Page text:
Dr.Albert Barnes had a good eye for art. Actually, he had a ridiculously good eye for art. In the early 1900s Barnes very quickly acquired what would become the world's foremost collection of post-impressionist and early modern art. Renoir, Van Gogh, Picasso, Cezanne and many other big names were well represented in Barnes' collection, which eventually became worth more than 25 billion dollars. Barnes himself soon became so disillusioned with the Philadelphia elite - namely the Philadelphia Museum of Art and the Philadelphia Inquirer - that he made it his mission to bar them from ever getting their hands on his collection.
When he died in a car wreck in 1951, however, it was only a matter of time before his enemies would figure out a way to steal the Barnes collection.
That is the story of "The Art of the Steal." The best part? It is all true.
Normally, I have to be dragged to documentaries (or tricked into watching them). However, when the mainstream new offerings are "Kick-Ass" and "Death at a Funeral," documentaries gain instant appeal. Throw in the location of "The Art of the Steal" - the Gold Town Nickelodeon - and all of a sudden "documentary" is becoming a downright beautiful word.
How filmmaker Don Argott got wind of the story of the Barnes collection, I have no idea. I do not doubt the fact I would have gone to my grave having never heard of Albert Barnes, though, if not for this documentary. On that front alone, I feel like I should write Argott a thank-you note. It is a story that covers decades and spans entire lifetimes of some of its characters. The amount of money involved is staggering. "The Art of the Steal" goes so far as to openly suggest well-known entities like the Philadelphia Inquirer, the Philadelphia Museum of Art, and the PEW Charitable Trusts are heavily involved in a conspiracy to essentially steal Barnes' 25 billion dollar collection.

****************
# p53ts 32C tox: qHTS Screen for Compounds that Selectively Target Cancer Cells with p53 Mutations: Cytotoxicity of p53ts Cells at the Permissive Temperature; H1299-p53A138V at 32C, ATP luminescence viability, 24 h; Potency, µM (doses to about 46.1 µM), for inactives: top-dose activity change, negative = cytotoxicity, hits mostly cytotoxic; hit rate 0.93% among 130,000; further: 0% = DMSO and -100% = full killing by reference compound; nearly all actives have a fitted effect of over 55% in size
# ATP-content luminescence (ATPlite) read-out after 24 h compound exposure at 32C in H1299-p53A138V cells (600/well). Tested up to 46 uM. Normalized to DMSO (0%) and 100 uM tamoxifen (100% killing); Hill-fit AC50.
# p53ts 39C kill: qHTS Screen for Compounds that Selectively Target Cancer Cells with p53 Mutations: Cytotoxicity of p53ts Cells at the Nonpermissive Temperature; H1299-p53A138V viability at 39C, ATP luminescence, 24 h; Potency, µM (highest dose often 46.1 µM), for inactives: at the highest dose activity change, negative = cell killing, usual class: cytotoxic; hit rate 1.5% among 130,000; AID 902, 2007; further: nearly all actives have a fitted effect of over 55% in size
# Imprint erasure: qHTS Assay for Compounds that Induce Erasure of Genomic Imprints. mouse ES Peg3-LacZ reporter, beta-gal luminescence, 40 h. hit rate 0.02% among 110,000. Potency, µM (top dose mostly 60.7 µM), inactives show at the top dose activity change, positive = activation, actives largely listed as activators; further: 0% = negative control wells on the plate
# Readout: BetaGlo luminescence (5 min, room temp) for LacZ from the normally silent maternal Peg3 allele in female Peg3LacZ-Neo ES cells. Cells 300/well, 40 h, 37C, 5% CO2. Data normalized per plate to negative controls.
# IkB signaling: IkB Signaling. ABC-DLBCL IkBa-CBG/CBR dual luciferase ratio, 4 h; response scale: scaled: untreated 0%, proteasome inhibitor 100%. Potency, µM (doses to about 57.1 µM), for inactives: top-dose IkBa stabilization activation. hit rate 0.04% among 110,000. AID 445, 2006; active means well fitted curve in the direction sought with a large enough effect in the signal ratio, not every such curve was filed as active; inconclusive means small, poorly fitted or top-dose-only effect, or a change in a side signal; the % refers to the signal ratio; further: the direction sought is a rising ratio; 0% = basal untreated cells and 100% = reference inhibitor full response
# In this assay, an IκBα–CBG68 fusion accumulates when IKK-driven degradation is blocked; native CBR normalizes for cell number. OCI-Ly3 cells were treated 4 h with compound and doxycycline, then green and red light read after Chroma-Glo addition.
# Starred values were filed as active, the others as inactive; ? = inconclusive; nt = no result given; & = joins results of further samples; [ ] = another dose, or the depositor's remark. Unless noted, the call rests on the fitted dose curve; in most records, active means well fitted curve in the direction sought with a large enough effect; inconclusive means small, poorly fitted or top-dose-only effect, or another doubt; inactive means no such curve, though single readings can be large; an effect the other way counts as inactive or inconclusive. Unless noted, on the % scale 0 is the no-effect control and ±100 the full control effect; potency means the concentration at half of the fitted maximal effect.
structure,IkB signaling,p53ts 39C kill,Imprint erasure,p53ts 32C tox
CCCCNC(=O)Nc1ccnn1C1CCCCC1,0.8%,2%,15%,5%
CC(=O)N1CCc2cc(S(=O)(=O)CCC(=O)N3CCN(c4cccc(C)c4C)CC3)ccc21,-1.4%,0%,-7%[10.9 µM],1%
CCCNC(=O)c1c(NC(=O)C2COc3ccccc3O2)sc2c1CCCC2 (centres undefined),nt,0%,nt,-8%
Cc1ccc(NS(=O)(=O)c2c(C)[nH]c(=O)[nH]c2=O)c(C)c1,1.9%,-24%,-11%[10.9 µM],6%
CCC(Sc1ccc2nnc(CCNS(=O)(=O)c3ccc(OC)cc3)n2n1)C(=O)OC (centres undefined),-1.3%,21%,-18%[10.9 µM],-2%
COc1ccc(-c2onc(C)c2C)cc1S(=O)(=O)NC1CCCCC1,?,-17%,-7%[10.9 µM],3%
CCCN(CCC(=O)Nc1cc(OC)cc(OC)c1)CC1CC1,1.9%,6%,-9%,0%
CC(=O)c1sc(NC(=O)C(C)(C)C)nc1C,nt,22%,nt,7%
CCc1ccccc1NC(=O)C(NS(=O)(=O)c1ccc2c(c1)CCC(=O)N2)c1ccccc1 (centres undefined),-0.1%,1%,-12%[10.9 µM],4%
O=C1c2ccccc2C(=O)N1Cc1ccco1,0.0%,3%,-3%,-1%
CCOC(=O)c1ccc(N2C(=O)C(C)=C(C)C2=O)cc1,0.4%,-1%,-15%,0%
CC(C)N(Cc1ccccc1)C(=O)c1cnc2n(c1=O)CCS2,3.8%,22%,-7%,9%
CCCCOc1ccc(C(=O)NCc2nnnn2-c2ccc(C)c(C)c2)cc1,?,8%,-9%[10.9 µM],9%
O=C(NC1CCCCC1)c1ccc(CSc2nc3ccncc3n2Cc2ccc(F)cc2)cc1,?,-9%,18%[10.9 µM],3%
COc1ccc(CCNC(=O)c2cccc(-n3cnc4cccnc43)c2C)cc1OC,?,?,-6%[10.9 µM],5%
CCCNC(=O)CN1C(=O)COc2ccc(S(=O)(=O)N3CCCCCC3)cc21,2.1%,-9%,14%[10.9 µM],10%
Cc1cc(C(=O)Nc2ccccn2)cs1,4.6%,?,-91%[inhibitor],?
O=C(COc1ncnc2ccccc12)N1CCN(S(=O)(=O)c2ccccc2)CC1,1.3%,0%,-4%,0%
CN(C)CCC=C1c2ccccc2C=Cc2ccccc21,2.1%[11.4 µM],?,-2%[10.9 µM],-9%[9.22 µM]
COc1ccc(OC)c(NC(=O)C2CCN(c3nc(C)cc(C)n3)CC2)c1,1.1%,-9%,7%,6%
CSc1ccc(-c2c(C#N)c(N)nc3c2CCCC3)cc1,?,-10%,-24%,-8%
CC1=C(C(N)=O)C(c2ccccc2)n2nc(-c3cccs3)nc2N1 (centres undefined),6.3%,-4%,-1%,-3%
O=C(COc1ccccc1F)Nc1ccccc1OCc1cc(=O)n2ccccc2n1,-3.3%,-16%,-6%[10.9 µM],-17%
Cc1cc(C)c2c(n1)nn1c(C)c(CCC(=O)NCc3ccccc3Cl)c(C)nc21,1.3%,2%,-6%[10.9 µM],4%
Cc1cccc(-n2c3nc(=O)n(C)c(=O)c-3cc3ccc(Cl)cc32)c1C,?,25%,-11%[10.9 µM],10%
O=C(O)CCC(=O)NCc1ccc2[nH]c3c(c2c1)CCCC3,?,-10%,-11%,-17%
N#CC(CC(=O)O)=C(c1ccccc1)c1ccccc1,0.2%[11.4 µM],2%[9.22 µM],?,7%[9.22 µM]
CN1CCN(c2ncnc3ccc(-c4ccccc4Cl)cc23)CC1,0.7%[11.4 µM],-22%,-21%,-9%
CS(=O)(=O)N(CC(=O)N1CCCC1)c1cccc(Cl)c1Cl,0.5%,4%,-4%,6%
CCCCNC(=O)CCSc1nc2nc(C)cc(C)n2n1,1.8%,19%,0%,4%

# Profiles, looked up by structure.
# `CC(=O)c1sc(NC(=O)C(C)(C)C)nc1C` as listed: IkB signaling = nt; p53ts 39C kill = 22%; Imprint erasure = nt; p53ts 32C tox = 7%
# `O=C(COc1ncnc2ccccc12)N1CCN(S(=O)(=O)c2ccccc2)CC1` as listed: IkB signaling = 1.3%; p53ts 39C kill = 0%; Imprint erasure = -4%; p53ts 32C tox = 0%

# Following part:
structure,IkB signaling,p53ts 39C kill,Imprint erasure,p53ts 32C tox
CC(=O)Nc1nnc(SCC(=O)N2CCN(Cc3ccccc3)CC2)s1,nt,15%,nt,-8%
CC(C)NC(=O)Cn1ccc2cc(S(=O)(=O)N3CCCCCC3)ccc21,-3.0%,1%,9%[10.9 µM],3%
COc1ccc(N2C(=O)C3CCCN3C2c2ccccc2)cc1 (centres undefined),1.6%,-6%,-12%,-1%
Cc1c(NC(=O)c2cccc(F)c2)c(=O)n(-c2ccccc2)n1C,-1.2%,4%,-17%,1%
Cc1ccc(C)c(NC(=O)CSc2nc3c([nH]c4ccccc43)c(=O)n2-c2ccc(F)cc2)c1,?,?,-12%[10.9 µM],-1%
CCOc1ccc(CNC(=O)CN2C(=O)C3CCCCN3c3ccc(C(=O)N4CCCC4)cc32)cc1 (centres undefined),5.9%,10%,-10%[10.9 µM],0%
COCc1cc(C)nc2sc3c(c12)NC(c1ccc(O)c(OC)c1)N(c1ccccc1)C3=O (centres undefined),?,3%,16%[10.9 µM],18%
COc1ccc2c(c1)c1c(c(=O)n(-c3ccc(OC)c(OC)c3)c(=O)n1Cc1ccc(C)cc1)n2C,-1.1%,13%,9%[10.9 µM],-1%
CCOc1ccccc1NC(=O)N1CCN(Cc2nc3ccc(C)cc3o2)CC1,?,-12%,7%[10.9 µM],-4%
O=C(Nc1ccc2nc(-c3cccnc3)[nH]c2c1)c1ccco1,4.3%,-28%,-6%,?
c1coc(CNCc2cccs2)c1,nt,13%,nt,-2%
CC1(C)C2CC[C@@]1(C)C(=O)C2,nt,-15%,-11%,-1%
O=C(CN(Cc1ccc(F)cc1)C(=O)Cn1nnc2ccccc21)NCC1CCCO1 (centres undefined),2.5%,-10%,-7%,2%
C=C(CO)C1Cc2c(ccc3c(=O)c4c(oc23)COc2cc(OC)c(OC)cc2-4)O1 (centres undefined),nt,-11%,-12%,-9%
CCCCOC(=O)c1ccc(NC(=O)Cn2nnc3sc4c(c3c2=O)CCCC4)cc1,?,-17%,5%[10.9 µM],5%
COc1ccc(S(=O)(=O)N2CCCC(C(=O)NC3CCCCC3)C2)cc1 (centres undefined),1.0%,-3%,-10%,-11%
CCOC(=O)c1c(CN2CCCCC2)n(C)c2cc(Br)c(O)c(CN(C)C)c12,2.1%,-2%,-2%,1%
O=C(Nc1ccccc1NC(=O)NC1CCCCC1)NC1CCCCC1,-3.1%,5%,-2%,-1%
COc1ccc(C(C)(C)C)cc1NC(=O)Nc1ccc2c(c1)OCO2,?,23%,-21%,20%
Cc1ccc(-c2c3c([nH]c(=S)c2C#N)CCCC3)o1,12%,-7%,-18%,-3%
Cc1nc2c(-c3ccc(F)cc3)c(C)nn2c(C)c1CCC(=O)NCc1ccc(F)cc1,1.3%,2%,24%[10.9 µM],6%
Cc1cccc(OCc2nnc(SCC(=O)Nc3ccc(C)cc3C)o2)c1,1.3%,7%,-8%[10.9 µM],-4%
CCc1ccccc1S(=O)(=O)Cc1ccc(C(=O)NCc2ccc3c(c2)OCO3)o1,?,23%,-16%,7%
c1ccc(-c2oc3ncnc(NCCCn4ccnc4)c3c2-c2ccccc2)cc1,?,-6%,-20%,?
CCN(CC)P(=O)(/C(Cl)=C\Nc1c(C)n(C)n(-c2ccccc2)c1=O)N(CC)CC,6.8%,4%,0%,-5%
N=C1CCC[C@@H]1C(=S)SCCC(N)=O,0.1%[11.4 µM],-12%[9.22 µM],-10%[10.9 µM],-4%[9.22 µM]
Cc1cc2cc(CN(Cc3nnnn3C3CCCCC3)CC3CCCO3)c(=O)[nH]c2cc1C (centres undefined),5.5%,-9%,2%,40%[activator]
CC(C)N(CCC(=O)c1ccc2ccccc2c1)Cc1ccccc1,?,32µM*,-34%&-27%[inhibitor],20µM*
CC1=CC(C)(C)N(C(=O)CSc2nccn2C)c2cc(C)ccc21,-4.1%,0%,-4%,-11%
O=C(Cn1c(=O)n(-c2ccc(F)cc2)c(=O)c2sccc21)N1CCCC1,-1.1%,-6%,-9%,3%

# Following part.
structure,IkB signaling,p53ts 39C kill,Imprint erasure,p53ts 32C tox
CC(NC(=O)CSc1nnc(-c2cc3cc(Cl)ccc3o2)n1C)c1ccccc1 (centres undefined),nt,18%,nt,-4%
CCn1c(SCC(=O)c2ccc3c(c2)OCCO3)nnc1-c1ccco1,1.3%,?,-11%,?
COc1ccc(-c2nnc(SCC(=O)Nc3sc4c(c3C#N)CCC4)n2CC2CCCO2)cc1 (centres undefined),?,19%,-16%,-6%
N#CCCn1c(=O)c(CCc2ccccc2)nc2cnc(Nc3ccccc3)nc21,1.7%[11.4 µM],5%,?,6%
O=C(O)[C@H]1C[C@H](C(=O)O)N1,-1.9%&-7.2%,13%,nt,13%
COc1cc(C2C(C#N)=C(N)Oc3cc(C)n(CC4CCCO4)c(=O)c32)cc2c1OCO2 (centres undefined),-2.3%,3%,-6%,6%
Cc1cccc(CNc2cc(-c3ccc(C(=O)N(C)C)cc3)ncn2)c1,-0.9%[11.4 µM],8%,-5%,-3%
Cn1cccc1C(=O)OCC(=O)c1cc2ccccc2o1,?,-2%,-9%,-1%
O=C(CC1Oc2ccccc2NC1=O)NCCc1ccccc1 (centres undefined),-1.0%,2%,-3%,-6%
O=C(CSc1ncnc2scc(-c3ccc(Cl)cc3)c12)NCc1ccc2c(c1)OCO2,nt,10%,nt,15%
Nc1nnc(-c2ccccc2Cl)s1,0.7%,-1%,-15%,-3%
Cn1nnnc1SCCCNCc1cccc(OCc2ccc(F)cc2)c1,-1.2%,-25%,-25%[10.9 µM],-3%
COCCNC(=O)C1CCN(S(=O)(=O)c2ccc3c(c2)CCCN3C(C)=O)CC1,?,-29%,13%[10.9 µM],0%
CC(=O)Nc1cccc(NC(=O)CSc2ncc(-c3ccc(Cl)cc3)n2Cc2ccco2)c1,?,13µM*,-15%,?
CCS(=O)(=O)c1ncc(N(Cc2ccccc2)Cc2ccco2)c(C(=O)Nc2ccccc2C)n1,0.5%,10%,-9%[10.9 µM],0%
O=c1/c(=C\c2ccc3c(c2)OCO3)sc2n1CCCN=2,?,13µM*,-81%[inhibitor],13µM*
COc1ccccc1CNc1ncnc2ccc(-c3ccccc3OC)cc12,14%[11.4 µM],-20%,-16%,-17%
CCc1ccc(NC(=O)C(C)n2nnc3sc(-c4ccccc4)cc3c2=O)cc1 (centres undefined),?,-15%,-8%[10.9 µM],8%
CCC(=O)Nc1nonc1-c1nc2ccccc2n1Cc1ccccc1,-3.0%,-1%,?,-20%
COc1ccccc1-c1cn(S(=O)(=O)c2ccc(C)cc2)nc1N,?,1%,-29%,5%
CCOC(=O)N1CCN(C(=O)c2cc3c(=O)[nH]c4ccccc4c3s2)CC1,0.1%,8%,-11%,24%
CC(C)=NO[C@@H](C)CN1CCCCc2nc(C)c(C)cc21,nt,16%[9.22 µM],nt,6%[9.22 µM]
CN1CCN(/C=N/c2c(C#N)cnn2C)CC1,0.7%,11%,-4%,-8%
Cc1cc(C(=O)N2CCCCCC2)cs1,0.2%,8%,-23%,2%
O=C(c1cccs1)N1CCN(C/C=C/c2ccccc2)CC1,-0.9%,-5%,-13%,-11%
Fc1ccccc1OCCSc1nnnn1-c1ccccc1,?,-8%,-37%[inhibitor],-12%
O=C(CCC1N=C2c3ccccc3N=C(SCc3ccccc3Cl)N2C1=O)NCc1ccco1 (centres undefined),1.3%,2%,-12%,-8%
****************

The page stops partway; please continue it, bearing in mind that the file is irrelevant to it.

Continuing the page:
Most amazing of all, of course, is the fact that Argott seems to have hard evidence of that conspiracy.
Argott uses testimonials and narration from the folks involved with the story, ranging from Julian Bond to Pennsylvania Governor Edward G. Rendell, as well as recordings from sources like National Public Radio. By the way, should you ever be asked if you would agree to be interviewed for a documentary, just know there is no quicker way to label yourself "guilty" than to decline that invite. Argott keeps the audience guessing, and keeps the movie interesting. There is also never a single shred of doubt as to how Argott himself feels about the two sides of the story; he is only concerned with the side he is telling, and that is just fine with me.
It is a documentary that is interesting from start to finish! That is no easy feat. So Argott is forgiven, at least in my book, for making zero effort to approach his story's central issue with any sense of fairness.
Dr. Barnes was clear about his disdain for the "elite" of Philadelphia, just as Argott is clear about which side he comes down on.
The layers of irony are many in "The Art of the Steal." The distance between Philadelphia and Merion, where Barnes originally housed his collection, for example. This epic fight between Barnes from his grave and the super-powerful Philadelphia elite is over a distance of less than 10 miles.
If you agree with Argott, though, and the various folks that consider themselves to be on Barnes' side, it is about principles and morals. You will have to decide for yourself.
Check out Carson's movie blog at www.juneaublogger.com/movies.
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